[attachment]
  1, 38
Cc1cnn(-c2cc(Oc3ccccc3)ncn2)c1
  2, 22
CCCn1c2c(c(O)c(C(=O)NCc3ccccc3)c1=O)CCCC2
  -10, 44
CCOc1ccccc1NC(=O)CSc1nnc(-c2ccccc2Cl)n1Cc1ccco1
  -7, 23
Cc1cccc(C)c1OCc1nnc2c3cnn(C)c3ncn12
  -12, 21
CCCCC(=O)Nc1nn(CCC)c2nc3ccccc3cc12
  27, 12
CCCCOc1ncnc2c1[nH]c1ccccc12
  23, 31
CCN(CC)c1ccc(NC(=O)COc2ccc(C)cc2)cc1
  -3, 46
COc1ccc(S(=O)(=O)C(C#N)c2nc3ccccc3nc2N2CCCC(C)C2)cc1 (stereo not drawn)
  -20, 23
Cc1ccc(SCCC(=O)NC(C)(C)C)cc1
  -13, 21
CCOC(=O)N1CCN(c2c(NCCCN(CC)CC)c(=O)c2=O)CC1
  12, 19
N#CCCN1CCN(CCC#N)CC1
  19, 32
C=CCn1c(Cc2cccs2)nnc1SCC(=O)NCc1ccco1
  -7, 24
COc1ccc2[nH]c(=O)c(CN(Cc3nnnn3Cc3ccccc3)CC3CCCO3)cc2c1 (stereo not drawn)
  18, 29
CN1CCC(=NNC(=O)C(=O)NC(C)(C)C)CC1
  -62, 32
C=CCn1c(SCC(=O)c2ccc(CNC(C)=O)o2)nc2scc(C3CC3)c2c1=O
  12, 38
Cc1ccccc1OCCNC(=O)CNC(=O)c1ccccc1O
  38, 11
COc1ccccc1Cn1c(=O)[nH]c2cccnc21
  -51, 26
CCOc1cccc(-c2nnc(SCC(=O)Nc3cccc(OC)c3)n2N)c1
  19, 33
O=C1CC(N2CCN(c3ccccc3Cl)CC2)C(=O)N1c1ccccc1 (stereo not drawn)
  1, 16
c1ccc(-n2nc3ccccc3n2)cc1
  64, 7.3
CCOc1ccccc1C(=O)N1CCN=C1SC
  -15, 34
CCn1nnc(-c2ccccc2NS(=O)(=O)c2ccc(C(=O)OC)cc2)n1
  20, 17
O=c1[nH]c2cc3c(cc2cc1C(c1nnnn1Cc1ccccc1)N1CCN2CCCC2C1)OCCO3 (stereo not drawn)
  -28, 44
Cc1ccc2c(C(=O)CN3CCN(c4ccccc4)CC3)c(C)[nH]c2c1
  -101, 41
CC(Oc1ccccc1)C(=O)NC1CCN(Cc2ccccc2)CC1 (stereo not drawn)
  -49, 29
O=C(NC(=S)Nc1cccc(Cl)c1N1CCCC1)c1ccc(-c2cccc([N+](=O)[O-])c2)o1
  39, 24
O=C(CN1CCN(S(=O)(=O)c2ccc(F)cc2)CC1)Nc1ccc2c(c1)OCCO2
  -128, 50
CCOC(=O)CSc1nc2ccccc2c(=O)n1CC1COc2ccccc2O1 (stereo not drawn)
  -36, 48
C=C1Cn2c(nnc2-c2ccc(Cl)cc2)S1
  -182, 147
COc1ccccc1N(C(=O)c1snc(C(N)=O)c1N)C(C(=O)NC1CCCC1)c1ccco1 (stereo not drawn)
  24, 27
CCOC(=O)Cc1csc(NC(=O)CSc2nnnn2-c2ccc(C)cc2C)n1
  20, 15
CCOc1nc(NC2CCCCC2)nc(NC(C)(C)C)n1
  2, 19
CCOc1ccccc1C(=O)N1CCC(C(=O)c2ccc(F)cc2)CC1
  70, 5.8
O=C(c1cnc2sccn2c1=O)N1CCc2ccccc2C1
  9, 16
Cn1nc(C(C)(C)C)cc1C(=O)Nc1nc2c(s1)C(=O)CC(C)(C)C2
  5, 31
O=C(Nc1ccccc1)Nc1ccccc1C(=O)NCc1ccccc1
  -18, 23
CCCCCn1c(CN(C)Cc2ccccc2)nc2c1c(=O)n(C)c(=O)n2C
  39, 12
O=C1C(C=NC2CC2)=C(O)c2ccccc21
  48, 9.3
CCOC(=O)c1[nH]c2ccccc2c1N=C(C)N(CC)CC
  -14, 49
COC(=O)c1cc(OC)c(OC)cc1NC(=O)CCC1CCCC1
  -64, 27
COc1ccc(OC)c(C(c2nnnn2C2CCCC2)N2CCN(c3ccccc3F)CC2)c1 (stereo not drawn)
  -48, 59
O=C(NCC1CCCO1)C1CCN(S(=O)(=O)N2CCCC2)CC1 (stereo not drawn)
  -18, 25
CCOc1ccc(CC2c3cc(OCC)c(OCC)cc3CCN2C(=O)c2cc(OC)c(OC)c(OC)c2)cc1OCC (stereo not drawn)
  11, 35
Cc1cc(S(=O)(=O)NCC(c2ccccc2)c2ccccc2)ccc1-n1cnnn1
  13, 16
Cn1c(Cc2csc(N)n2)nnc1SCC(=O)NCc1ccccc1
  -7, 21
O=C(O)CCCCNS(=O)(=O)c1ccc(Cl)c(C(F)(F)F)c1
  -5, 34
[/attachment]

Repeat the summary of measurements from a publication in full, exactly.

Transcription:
  1, 38
Cc1cnn(-c2cc(Oc3ccccc3)ncn2)c1
  2, 22
CCCn1c2c(c(O)c(C(=O)NCc3ccccc3)c1=O)CCCC2
  -10, 44
CCOc1ccccc1NC(=O)CSc1nnc(-c2ccccc2Cl)n1Cc1ccco1
  -7, 23
Cc1cccc(C)c1OCc1nnc2c3cnn(C)c3ncn12
  -12, 21
CCCCC(=O)Nc1nn(CCC)c2nc3ccccc3cc12
  27, 12
CCCCOc1ncnc2c1[nH]c1ccccc12
  23, 31
CCN(CC)c1ccc(NC(=O)COc2ccc(C)cc2)cc1
  -3, 46
COc1ccc(S(=O)(=O)C(C#N)c2nc3ccccc3nc2N2CCCC(C)C2)cc1 (stereo not drawn)
  -20, 23
Cc1ccc(SCCC(=O)NC(C)(C)C)cc1
  -13, 21
CCOC(=O)N1CCN(c2c(NCCCN(CC)CC)c(=O)c2=O)CC1
  12, 19
N#CCCN1CCN(CCC#N)CC1
  19, 32
C=CCn1c(Cc2cccs2)nnc1SCC(=O)NCc1ccco1
  -7, 24
COc1ccc2[nH]c(=O)c(CN(Cc3nnnn3Cc3ccccc3)CC3CCCO3)cc2c1 (stereo not drawn)
  18, 29
CN1CCC(=NNC(=O)C(=O)NC(C)(C)C)CC1
  -62, 32
C=CCn1c(SCC(=O)c2ccc(CNC(C)=O)o2)nc2scc(C3CC3)c2c1=O
  12, 38
Cc1ccccc1OCCNC(=O)CNC(=O)c1ccccc1O
  38, 11
COc1ccccc1Cn1c(=O)[nH]c2cccnc21
  -51, 26
CCOc1cccc(-c2nnc(SCC(=O)Nc3cccc(OC)c3)n2N)c1
  19, 33
O=C1CC(N2CCN(c3ccccc3Cl)CC2)C(=O)N1c1ccccc1 (stereo not drawn)
  1, 16
c1ccc(-n2nc3ccccc3n2)cc1
  64, 7.3
CCOc1ccccc1C(=O)N1CCN=C1SC
  -15, 34
CCn1nnc(-c2ccccc2NS(=O)(=O)c2ccc(C(=O)OC)cc2)n1
  20, 17
O=c1[nH]c2cc3c(cc2cc1C(c1nnnn1Cc1ccccc1)N1CCN2CCCC2C1)OCCO3 (stereo not drawn)
  -28, 44
Cc1ccc2c(C(=O)CN3CCN(c4ccccc4)CC3)c(C)[nH]c2c1
  -101, 41
CC(Oc1ccccc1)C(=O)NC1CCN(Cc2ccccc2)CC1 (stereo not drawn)
  -49, 29
O=C(NC(=S)Nc1cccc(Cl)c1N1CCCC1)c1ccc(-c2cccc([N+](=O)[O-])c2)o1
  39, 24
O=C(CN1CCN(S(=O)(=O)c2ccc(F)cc2)CC1)Nc1ccc2c(c1)OCCO2
  -128, 50
CCOC(=O)CSc1nc2ccccc2c(=O)n1CC1COc2ccccc2O1 (stereo not drawn)
  -36, 48
C=C1Cn2c(nnc2-c2ccc(Cl)cc2)S1
  -182, 147
COc1ccccc1N(C(=O)c1snc(C(N)=O)c1N)C(C(=O)NC1CCCC1)c1ccco1 (stereo not drawn)
  24, 27
CCOC(=O)Cc1csc(NC(=O)CSc2nnnn2-c2ccc(C)cc2C)n1
  20, 15
CCOc1nc(NC2CCCCC2)nc(NC(C)(C)C)n1
  2, 19
CCOc1ccccc1C(=O)N1CCC(C(=O)c2ccc(F)cc2)CC1
  70, 5.8
O=C(c1cnc2sccn2c1=O)N1CCc2ccccc2C1
  9, 16
Cn1nc(C(C)(C)C)cc1C(=O)Nc1nc2c(s1)C(=O)CC(C)(C)C2
  5, 31
O=C(Nc1ccccc1)Nc1ccccc1C(=O)NCc1ccccc1
  -18, 23
CCCCCn1c(CN(C)Cc2ccccc2)nc2c1c(=O)n(C)c(=O)n2C
  39, 12
O=C1C(C=NC2CC2)=C(O)c2ccccc21
  48, 9.3
CCOC(=O)c1[nH]c2ccccc2c1N=C(C)N(CC)CC
  -14, 49
COC(=O)c1cc(OC)c(OC)cc1NC(=O)CCC1CCCC1
  -64, 27
COc1ccc(OC)c(C(c2nnnn2C2CCCC2)N2CCN(c3ccccc3F)CC2)c1 (stereo not drawn)
  -48, 59
O=C(NCC1CCCO1)C1CCN(S(=O)(=O)N2CCCC2)CC1 (stereo not drawn)
  -18, 25
CCOc1ccc(CC2c3cc(OCC)c(OCC)cc3CCN2C(=O)c2cc(OC)c(OC)c(OC)c2)cc1OCC (stereo not drawn)
  11, 35
Cc1cc(S(=O)(=O)NCC(c2ccccc2)c2ccccc2)ccc1-n1cnnn1
  13, 16
Cn1c(Cc2csc(N)n2)nnc1SCC(=O)NCc1ccccc1
  -7, 21
O=C(O)CCCCNS(=O)(=O)c1ccc(Cl)c(C(F)(F)F)c1
  -5, 34